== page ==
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Bongo Drums And The Food Chain

(CBS/Chloe Arensberg)
CBS News producer Chloe Arensberg is traveling with Daniel Sieberg and cameraman Mark LaGanga to the arctic.

DAY 3 – JULY 6, 2007

We're crossing into the Labrador Sea, and I'm finally getting my head around some of the science involved. Specifically the use of bongo nets – bongo because they look like bongo drums – and I appreciate the simplicity. They collect zooplankton, scientists map its DNA and look at its nutrient make-up. It all matters because it's a crucial component of the food chain. The first official research station is tomorrow – for now it's been practice, fixing broken equipment, general panic, etc.

I had literally no idea that iceberg ice is a huge commodity, that people – specifically the Japanese – pay thousands of dollars for it, that others use it to make vodka, and that un-named coast guard members hack it off, bring it home, and scam tourists with it.

Rico Amamio is the acting boatswain on the ship and is phenomenal. He's from the Philippines, and worked on tankers all over the place until he met a woman in Halifax, got married, had 2 kids, and got divorced. He's been on the Louis S. St. Laurent for 14 years, and is quite clearly the one to go to when ever any sort of issue – technical, scientific, personal – arises. He'll climb anywhere, at any height and is alarmingly stealth. Because of this, they call him the Arctic Cat.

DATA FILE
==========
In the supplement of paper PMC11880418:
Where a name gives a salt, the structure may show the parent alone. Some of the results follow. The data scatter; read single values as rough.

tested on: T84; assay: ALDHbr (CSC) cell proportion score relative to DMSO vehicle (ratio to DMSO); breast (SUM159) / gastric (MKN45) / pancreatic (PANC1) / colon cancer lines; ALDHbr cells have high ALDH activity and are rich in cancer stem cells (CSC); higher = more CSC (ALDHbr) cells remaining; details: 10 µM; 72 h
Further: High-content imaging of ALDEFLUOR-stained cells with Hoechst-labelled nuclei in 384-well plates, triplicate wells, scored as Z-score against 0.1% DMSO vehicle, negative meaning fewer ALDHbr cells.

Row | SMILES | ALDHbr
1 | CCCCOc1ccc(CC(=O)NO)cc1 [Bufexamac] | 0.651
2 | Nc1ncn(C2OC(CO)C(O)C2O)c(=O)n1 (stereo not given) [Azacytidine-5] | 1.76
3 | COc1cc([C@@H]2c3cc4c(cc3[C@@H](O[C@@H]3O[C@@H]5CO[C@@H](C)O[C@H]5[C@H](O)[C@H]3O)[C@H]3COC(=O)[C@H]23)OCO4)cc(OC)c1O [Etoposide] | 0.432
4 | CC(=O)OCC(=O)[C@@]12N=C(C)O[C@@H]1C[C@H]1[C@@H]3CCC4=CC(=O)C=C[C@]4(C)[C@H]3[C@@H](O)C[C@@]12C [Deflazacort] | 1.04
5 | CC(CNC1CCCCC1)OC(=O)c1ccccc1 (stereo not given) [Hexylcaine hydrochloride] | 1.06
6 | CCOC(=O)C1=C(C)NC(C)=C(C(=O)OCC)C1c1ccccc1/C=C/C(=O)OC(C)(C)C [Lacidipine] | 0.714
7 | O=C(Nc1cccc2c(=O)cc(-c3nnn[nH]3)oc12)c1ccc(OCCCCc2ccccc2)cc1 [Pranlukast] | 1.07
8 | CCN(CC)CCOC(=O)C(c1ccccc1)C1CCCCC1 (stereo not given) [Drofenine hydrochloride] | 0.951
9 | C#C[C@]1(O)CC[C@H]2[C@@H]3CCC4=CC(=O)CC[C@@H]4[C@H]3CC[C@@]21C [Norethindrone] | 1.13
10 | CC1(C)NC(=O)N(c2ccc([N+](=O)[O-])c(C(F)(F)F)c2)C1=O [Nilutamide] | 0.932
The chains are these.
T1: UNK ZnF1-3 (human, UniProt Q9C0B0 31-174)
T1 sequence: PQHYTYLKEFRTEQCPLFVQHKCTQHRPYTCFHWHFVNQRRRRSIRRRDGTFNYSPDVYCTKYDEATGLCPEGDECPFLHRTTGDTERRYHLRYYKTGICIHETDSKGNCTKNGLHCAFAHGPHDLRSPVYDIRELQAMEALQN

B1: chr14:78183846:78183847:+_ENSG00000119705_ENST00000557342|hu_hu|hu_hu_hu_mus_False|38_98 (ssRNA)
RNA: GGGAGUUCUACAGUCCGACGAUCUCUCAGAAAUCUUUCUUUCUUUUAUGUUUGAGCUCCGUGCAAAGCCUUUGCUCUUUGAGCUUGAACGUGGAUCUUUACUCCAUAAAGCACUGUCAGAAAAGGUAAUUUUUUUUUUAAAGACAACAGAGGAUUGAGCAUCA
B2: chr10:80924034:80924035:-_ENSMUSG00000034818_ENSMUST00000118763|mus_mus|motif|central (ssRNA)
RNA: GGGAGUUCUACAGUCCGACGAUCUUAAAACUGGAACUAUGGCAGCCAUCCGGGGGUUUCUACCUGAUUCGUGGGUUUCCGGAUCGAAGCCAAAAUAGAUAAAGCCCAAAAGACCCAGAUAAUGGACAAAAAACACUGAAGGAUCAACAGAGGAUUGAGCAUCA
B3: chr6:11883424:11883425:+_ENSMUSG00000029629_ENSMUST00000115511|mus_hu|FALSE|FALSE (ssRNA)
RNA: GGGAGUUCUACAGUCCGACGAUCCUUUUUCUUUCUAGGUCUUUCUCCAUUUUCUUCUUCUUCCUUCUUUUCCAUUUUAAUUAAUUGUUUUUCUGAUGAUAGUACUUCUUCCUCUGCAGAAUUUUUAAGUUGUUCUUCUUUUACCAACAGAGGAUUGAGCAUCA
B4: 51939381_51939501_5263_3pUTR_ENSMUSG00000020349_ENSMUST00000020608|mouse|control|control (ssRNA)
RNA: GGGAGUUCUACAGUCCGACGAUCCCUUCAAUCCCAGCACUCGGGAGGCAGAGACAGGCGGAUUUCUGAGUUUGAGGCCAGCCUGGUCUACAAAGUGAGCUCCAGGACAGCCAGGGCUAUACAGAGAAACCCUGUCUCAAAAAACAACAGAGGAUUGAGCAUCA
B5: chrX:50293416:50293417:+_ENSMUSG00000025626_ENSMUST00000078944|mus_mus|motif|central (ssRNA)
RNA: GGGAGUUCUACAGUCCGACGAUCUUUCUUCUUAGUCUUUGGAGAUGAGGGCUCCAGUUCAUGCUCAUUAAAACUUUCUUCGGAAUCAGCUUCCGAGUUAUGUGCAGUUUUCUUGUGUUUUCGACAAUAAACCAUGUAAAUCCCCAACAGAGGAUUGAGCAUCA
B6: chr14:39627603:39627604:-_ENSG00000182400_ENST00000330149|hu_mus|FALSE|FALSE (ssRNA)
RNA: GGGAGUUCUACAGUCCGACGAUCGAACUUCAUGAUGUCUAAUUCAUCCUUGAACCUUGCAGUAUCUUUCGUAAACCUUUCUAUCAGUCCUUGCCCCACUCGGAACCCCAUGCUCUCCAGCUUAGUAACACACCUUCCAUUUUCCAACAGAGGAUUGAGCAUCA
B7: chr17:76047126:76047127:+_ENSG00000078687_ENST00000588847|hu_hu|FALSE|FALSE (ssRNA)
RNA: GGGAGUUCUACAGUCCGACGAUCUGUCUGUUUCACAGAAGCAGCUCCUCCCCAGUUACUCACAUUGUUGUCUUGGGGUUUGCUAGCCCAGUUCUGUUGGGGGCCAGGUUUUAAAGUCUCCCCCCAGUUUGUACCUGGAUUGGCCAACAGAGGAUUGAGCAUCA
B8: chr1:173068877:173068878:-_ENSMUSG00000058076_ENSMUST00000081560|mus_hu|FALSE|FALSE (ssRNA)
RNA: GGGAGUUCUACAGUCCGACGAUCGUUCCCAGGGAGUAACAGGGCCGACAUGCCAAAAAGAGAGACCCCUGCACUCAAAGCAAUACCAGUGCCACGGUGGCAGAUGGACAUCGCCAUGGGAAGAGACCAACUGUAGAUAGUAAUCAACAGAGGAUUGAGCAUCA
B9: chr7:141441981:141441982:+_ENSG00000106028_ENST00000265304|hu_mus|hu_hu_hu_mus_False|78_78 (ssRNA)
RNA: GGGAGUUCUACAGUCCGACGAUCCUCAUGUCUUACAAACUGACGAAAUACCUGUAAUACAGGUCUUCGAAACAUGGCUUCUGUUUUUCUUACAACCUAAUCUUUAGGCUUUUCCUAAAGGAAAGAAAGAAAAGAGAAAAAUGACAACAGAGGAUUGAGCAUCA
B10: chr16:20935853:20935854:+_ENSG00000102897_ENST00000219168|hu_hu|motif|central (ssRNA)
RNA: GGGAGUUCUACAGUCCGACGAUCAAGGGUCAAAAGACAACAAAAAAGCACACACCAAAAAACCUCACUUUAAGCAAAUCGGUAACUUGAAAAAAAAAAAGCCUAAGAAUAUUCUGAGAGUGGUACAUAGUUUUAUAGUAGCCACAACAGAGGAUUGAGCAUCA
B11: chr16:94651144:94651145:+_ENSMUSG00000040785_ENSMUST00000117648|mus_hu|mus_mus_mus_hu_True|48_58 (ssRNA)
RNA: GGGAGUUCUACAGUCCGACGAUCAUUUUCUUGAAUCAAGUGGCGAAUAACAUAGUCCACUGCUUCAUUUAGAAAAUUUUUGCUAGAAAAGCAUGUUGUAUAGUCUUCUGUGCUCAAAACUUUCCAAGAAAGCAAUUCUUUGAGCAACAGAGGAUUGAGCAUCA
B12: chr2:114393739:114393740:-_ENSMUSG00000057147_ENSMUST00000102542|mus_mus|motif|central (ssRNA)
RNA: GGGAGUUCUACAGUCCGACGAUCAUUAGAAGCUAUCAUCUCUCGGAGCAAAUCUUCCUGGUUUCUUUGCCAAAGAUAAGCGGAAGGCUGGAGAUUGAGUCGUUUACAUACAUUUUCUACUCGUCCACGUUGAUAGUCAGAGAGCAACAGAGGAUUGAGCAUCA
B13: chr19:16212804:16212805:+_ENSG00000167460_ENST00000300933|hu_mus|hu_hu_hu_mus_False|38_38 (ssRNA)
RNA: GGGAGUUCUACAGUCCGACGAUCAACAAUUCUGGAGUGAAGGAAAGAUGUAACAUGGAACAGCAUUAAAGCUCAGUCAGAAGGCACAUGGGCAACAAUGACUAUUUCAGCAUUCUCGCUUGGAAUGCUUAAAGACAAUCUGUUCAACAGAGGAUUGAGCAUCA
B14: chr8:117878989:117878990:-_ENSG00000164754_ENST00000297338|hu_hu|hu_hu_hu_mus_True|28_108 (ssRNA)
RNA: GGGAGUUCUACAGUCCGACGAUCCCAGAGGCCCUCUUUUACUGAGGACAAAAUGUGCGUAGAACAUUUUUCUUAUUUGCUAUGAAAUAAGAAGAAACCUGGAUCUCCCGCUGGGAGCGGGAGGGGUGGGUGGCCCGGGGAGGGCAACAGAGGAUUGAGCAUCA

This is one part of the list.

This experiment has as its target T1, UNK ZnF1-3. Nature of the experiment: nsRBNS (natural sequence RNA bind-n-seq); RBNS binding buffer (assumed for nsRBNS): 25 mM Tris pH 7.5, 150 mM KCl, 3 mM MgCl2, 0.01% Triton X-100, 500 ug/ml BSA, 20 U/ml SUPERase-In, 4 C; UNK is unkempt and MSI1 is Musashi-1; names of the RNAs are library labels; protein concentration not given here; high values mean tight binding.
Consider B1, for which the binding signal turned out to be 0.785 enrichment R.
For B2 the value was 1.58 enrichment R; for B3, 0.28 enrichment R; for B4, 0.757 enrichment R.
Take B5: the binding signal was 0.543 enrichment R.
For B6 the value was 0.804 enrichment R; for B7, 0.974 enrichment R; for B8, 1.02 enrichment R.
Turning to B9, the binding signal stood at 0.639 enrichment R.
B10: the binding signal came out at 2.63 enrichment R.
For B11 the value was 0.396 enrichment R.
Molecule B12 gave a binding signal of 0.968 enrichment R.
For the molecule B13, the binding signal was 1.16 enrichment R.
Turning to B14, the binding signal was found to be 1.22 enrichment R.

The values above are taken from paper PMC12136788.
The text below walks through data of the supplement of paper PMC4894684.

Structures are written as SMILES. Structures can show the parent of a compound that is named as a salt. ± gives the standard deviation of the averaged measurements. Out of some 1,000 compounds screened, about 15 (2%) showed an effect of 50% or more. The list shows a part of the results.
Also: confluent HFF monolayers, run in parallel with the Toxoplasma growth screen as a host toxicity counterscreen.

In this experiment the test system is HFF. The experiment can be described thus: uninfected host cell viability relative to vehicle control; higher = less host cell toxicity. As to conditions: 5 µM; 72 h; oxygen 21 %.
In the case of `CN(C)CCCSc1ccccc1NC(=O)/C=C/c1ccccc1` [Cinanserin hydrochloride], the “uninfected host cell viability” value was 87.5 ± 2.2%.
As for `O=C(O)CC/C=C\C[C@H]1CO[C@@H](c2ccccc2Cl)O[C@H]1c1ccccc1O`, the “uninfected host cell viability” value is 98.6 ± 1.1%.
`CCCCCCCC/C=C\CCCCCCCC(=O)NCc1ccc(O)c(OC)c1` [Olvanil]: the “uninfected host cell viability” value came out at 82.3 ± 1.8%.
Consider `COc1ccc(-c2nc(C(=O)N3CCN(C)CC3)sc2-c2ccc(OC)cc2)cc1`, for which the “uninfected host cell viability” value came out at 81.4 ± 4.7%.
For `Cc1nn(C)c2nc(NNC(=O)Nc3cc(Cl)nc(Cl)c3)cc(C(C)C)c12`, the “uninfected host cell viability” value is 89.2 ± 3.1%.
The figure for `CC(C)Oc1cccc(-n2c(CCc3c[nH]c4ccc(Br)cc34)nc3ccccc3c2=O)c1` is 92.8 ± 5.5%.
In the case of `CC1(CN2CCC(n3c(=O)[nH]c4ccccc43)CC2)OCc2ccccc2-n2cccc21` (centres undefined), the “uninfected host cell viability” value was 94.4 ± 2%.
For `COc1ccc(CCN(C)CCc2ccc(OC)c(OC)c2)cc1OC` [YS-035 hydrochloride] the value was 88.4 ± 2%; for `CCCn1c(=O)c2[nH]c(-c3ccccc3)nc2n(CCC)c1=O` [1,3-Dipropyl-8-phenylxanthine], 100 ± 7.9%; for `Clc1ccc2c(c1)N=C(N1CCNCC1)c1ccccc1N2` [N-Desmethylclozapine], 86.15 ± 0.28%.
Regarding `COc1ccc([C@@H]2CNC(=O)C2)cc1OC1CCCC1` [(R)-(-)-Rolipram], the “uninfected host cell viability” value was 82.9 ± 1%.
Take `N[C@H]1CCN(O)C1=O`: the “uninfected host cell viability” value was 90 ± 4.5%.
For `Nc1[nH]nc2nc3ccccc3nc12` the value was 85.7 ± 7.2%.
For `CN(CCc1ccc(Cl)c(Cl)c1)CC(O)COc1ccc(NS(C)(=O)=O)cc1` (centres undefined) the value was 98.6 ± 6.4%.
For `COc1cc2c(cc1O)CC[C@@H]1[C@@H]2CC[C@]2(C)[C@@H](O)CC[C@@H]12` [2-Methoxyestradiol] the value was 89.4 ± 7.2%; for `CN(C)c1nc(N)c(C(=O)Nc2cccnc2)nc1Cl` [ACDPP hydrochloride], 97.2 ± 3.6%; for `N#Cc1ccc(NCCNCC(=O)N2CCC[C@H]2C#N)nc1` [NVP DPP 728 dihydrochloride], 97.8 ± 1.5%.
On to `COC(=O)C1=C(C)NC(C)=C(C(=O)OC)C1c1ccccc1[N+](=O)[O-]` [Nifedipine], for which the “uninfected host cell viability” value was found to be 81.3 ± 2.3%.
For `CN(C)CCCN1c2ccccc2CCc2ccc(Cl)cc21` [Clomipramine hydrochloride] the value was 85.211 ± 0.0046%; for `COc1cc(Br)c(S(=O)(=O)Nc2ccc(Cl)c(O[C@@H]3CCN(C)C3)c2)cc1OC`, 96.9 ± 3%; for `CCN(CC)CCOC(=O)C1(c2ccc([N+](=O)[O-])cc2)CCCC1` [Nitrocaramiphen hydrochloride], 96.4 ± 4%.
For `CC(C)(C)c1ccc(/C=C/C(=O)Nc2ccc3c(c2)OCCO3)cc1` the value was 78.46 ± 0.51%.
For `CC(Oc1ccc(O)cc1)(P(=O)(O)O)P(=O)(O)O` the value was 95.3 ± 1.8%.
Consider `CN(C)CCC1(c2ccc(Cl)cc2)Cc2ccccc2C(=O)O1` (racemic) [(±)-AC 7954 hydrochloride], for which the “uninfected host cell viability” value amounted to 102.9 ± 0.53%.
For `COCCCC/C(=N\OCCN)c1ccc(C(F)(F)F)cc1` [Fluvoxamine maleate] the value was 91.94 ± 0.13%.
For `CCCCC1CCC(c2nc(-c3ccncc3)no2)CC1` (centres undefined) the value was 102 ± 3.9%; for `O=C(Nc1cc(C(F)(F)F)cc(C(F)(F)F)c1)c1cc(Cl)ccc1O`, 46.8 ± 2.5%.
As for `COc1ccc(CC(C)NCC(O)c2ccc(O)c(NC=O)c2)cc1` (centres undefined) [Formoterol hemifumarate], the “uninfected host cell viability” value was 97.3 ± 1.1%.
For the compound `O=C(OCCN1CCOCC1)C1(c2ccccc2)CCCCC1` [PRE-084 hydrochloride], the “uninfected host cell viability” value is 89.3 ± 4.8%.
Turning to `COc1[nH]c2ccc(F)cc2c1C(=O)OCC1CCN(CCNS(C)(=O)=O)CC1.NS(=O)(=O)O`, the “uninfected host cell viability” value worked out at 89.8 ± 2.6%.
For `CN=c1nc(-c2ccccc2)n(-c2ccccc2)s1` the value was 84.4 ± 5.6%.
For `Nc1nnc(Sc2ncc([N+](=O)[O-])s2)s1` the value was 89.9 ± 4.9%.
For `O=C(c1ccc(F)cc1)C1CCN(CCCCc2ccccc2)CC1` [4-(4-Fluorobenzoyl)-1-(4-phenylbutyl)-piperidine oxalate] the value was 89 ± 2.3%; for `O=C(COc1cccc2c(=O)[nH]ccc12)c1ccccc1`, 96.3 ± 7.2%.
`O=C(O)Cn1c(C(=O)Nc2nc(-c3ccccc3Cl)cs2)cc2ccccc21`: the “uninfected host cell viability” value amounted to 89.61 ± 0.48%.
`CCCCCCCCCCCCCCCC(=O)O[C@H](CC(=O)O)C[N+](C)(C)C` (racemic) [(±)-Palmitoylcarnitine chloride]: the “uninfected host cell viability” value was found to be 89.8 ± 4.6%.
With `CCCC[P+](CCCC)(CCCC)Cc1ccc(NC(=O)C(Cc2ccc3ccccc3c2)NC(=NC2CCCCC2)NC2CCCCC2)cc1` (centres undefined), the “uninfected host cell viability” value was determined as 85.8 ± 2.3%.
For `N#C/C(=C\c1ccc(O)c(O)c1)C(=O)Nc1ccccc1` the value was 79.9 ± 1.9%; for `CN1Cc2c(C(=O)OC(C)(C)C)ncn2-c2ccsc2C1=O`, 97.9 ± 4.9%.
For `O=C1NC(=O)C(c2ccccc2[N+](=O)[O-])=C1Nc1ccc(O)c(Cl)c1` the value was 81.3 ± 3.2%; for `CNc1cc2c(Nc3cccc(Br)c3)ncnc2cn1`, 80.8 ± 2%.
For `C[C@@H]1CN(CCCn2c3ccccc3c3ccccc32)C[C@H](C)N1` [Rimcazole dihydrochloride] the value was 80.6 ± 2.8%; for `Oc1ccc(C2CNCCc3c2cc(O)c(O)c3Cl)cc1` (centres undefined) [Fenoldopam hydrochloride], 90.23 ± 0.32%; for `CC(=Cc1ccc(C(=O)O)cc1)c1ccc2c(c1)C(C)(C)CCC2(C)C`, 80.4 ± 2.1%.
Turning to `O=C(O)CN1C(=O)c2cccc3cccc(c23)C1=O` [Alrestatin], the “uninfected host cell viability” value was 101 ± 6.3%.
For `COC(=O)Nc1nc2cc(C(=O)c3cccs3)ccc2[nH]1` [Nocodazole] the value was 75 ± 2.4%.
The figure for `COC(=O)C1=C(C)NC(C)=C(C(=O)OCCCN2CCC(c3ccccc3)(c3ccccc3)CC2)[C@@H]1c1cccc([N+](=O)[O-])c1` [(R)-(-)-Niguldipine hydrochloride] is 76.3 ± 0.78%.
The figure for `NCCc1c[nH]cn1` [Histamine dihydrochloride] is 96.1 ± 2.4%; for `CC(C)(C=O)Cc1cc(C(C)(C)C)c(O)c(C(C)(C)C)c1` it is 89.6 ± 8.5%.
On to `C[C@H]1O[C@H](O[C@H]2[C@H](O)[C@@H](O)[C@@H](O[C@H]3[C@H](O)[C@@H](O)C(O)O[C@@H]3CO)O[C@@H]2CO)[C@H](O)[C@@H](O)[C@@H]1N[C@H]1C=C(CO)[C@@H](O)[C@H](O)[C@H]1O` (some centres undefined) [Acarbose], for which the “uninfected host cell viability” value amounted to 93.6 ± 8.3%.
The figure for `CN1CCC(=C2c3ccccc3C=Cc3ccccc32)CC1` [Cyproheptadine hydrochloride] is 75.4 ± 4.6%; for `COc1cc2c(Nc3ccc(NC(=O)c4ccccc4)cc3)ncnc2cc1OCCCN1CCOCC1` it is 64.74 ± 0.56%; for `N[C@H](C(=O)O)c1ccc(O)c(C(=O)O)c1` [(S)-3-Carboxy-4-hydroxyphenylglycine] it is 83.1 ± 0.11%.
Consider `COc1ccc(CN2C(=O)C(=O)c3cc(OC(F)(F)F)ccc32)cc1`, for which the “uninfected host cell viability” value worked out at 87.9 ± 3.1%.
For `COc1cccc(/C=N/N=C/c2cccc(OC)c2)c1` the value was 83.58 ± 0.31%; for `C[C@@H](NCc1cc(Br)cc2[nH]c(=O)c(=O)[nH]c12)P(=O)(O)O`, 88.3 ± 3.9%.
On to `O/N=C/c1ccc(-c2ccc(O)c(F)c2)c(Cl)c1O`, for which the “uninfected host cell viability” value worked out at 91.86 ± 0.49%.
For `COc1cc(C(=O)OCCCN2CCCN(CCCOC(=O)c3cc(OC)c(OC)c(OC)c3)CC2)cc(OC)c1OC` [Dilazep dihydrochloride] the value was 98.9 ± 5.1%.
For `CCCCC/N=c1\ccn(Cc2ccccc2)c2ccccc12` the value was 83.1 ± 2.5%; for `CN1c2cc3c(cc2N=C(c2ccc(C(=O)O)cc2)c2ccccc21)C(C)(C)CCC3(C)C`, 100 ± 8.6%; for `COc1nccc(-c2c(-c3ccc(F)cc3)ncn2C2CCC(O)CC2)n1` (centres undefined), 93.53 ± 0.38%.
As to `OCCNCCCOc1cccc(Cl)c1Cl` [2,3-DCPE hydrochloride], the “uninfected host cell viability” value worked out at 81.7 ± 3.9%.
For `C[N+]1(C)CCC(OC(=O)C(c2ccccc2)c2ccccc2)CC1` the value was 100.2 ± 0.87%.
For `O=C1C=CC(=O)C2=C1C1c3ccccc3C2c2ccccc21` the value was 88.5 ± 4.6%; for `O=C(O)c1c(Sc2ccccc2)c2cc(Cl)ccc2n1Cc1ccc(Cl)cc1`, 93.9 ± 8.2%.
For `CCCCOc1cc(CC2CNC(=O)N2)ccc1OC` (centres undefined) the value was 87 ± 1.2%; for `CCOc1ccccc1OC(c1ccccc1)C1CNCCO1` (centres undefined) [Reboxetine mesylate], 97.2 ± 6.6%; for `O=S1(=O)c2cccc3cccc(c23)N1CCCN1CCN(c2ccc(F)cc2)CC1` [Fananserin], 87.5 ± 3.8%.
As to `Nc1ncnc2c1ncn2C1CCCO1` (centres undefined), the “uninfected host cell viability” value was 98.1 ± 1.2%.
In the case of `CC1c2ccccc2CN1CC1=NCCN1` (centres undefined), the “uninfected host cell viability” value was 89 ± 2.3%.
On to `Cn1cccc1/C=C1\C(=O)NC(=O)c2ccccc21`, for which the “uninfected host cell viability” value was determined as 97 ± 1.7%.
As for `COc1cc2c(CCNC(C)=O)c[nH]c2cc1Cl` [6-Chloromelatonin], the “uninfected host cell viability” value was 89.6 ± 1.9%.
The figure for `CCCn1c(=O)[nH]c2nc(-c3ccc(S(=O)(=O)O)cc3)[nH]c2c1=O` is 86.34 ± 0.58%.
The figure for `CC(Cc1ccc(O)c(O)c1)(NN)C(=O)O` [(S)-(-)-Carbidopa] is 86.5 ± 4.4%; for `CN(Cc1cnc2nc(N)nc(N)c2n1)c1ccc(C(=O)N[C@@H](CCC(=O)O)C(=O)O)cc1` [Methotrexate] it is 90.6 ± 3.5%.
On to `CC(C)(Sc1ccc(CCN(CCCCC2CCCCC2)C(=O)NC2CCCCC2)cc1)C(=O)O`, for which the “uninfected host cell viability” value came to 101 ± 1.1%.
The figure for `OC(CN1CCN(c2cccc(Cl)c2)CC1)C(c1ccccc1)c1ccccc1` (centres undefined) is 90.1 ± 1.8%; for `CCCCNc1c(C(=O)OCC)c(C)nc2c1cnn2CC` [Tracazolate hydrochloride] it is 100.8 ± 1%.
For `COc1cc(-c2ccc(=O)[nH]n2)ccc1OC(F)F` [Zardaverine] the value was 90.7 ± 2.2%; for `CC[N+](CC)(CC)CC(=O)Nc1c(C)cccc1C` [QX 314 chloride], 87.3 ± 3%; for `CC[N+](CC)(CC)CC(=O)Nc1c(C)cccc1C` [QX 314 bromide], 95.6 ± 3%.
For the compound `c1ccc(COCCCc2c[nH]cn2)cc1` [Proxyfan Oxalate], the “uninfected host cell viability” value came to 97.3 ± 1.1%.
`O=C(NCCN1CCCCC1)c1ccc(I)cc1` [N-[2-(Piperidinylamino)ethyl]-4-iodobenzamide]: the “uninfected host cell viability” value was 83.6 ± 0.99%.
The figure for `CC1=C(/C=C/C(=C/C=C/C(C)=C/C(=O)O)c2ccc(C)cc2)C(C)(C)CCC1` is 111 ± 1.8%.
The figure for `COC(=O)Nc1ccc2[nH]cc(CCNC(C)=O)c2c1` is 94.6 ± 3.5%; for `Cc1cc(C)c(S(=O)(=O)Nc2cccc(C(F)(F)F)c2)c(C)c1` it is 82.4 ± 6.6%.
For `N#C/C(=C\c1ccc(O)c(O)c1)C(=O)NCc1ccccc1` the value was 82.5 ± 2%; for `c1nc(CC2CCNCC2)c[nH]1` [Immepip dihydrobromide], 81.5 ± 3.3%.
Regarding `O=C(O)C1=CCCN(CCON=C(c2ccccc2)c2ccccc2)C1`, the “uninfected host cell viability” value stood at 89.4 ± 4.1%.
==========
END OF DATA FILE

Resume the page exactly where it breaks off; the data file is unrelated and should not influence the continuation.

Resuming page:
The chief officer – or second in command – is Brian Gibbons and lovely. Last time they were at the North Pole someone dressed up as Santa, much to the delight of Brian's 3 believing-age sons listening to reports from home. He added that they had a holiday barbeque as well. And that Santa "arrived with 8 reindeer and left with 7."

There are rumors of a peep-hole in the women's washroom. I've investigated and think this is debatable.

Click here for more about the trip.

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